I am alive, I am the eyes
I am the virtue of the mind
I did survive
Connections to deny

Lyrics form «Context» by Temples

Indiespect: A surreal one is also the song «Context». One part of it almost sounds like something out of the bible. Where did that come from? Did you use inspiration from different sources?

James: That one actually started out with the line: When you put it in context it makes sense. The song was there but the lyrics weren’t. What I wanted to do, is to construct a song that is very surreal but the end of each verse would put the whole thing into context. But it was very hard to do. It ended up being a bit more ambiguous and delusion of grandeur. Tom was very much a big part in writing the rest of the lyrics to that song. I think, it’s intentionally illusionistic and therefore there is not necessarily a context to the song. So, it’s postmodern (laughs)

Indiespect: One special thing besides your music is also your style. The way you dress seems to be the way you feel comfortable, anyway. How involved are you in the creative process when it comes to artwork design or photography?

James: We’re very involved. We’ve always been on independent record labels where we got to say okay to things before they go out. Visuals are so important. People judge you by a photo or an album sleeve. On this record we got to use an artist that is an old friend of mine, from the same town that we are from. It was really nice to just send him what we were thinking and then he came up with the Ankh design, like a lightning Ankh. He came with a whole new image based on very few sentences. Then it was quite strong in itself. But we are very involved in it. Sometimes too much. Because it takes too long to make decisions.


The lightning Ankh design of Hot Motion  was created by an old friend of James Bagshaw. The Ankh is an old Egyptian symbol for life itself.

Indiespect: And during that time you can’t make music.

James: Yes. I think, your head is in a visual space not in an aural space.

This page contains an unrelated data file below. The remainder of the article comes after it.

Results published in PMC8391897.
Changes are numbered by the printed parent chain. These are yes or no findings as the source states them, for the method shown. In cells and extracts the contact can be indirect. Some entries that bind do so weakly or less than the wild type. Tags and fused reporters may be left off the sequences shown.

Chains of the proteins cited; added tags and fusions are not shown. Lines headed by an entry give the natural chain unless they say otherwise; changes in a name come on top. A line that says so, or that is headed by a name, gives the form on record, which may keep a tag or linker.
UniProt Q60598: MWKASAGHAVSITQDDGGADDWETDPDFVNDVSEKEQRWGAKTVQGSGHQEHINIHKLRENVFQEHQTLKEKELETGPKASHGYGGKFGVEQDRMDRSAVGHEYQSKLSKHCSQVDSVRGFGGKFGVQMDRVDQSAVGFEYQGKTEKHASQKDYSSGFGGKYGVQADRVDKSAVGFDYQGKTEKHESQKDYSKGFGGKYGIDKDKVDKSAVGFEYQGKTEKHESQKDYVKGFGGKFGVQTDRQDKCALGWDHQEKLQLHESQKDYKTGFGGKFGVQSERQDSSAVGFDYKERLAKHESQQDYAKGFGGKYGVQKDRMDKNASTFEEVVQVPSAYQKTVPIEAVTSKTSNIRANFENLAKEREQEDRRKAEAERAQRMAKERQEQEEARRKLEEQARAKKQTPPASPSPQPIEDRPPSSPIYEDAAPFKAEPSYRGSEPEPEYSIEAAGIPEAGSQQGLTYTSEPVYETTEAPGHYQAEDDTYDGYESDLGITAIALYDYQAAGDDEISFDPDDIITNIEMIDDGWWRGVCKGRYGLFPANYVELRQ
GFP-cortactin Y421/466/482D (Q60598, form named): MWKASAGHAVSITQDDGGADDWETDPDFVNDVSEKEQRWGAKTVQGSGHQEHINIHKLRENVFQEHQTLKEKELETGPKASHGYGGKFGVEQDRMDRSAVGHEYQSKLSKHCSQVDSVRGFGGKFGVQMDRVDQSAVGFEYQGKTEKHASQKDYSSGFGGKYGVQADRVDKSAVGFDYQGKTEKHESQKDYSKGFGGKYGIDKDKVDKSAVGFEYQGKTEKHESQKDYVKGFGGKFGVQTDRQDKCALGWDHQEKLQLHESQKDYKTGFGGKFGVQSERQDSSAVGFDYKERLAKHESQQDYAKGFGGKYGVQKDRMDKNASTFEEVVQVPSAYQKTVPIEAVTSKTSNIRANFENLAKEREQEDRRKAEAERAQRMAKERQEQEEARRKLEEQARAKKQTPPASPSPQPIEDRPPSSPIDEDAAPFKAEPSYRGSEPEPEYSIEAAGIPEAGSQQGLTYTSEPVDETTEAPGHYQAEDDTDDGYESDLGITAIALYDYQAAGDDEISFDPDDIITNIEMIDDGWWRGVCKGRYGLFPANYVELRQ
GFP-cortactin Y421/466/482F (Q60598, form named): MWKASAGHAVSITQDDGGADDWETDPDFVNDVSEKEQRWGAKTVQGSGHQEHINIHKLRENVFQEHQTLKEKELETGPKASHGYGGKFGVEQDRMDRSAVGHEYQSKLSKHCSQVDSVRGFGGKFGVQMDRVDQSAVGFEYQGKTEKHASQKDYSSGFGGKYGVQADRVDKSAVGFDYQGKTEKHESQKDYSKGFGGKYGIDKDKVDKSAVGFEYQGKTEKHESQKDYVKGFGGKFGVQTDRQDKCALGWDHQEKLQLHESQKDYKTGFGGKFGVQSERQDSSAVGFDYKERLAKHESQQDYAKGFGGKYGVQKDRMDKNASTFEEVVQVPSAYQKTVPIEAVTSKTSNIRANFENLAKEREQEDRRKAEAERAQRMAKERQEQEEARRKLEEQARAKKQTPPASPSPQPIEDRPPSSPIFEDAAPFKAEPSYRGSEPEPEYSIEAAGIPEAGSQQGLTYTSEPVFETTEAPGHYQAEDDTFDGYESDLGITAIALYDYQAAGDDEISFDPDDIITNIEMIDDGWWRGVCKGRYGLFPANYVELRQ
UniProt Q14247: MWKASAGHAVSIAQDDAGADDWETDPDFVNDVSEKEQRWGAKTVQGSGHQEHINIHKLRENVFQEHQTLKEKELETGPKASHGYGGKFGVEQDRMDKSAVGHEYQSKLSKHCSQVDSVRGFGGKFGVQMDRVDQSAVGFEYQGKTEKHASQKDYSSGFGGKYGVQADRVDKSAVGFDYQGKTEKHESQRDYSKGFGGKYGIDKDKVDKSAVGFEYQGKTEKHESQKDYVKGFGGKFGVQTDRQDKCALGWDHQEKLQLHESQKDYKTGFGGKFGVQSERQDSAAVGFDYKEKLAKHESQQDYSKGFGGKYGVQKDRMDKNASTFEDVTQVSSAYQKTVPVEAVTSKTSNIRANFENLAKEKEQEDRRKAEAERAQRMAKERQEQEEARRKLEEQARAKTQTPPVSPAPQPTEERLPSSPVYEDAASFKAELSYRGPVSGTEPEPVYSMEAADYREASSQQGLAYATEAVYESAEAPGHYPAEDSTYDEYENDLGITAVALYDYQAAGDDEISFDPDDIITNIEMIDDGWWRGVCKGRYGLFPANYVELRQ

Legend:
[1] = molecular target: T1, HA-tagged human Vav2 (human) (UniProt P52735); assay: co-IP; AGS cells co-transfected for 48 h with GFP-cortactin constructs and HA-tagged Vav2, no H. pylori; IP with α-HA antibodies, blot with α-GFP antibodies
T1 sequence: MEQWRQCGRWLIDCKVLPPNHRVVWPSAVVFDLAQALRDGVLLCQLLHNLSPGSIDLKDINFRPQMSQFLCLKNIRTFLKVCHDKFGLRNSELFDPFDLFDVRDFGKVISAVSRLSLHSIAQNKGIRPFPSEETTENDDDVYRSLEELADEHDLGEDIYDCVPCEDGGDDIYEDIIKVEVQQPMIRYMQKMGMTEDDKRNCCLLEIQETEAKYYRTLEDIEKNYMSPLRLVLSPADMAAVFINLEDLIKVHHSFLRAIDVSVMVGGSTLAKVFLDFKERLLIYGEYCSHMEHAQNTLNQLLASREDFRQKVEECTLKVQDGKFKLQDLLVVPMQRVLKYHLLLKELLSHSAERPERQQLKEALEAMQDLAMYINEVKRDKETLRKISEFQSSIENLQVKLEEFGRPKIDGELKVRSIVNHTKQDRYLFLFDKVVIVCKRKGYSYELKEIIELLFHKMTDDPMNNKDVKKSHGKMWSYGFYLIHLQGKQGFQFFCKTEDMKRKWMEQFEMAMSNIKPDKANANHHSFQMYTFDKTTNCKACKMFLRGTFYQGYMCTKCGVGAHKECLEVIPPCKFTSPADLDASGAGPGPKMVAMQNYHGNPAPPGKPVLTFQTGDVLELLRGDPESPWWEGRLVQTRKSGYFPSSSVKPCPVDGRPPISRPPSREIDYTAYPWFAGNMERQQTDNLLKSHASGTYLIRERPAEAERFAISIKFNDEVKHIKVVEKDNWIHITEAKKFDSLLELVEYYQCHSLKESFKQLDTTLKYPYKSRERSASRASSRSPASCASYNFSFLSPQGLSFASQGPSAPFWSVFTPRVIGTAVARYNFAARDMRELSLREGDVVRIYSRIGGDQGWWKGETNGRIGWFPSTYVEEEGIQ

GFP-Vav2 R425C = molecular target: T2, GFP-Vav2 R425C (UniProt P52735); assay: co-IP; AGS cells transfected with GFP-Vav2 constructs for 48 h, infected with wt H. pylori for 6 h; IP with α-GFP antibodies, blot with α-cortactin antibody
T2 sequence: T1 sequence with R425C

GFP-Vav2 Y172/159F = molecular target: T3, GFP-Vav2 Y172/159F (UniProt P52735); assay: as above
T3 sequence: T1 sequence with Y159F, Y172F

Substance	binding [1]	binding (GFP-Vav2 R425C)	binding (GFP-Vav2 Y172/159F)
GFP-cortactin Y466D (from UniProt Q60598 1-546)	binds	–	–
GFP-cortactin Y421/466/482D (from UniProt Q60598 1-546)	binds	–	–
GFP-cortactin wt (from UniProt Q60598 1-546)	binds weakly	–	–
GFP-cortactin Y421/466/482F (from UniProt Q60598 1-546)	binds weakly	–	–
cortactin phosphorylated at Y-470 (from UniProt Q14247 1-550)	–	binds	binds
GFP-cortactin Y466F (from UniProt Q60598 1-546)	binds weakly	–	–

Indiespect: You have a spark of the past within your songs but take it to a modern level. How important is it for you to not be seen as a retro band that is just celebrating nostalgia and what do you do to avoid that?

James: It’s having the technology, I guess. And being able to use that in a creative way, not just as a gimmick. You’re constantly paying homage to the past in the fact that the songs from the past are – for me – way more imaginative than pop music nowadays. It’s a way of taking these elements and bringing them into the modern age where you don’t just sound like a pastiche. There’s soul music, hip hop, there’s old R&B, psychedelia, classical music. All those things are coming together. Essentially, I wouldn’t say that we’re a psychedelic band. I’d say that we’re an experimental pop band. That’s how I would see it. Pop is such a loose term. People are offended by that sometimes. But you can be catchy and memorable and also have integrity. I think, that’s always a fine line. The Beatles did it brilliantly. They got amazing songs that are incredibly invigorating and intoxicating to listen to. But essentially, there are four or five chords. They are quite simple and in a pop format but there is a character to it. That’s what we are trying to instill into today’s music. It’s very hard to cut through across the commercial world and remain with underground integrity.

I wouldn’t say that we’re a psychedelic band. I’d say that we’re an experimental pop band.

James Bagshaw, Temples

Tom Walmsley founded Temples together with James Bagshaw back in 2012.

Indiespect: But the integrity is more important to you than the commercial success?

James: We wouldn’t want to be a super commercial band. But it would be great to be on the radio with those commercial bands because you’d feel even more proud of your music. This sounds like it shouldn’t be on the radio and everything else just sounds the same. It doesn’t happen like that and it's very hard to break through.

Indiespect: I think, it’s similar with touring. You are a band that travels the world and you are on the road a lot. When you’re away from home you don’t have to buy food, find a place to sleep and stuff like this. Someone takes care of that for you. In an interview you said that touring is so expensive that you may be happy when you break even afterwards and that this is quite hard.

James: It’s so hard, yes. At our level it’s so so hard. The people that are working with us go home and get paid. We don’t. But that’s because of the level we’re at. Do you know what is funny? I’ve read a thing, yesterday. It’s not a band that we have anything in common with, but Coldplay said that they’re not gonna tour this album because of environmental impact. That’s because they don’t have to tour. Does that mean that we are bad people because we are touring? Are we creating the CO2 emissions? If we don’t tour, then no one’s ever gonna hear us. And what will happen is that our record deal won’t get renewed because we’re not touring and saying no to everything. That really annoyed me. They can say that because they’re a huge band and they will make so much money anyway. For bands like us, we’re still trying to break through, so that we don’t have to tour this much. I felt offended. We’re in a bus that is burning diesel and we get on planes to go over to America or Japan because fans wanna see us play. But not as many fans as what they have. So, suddenly we are the bad guys – that’s how it feels like. I’m sure he doesn’t intend that but that’s how it feels. They don’t have a concept of what it’s like to be a band at our level anymore.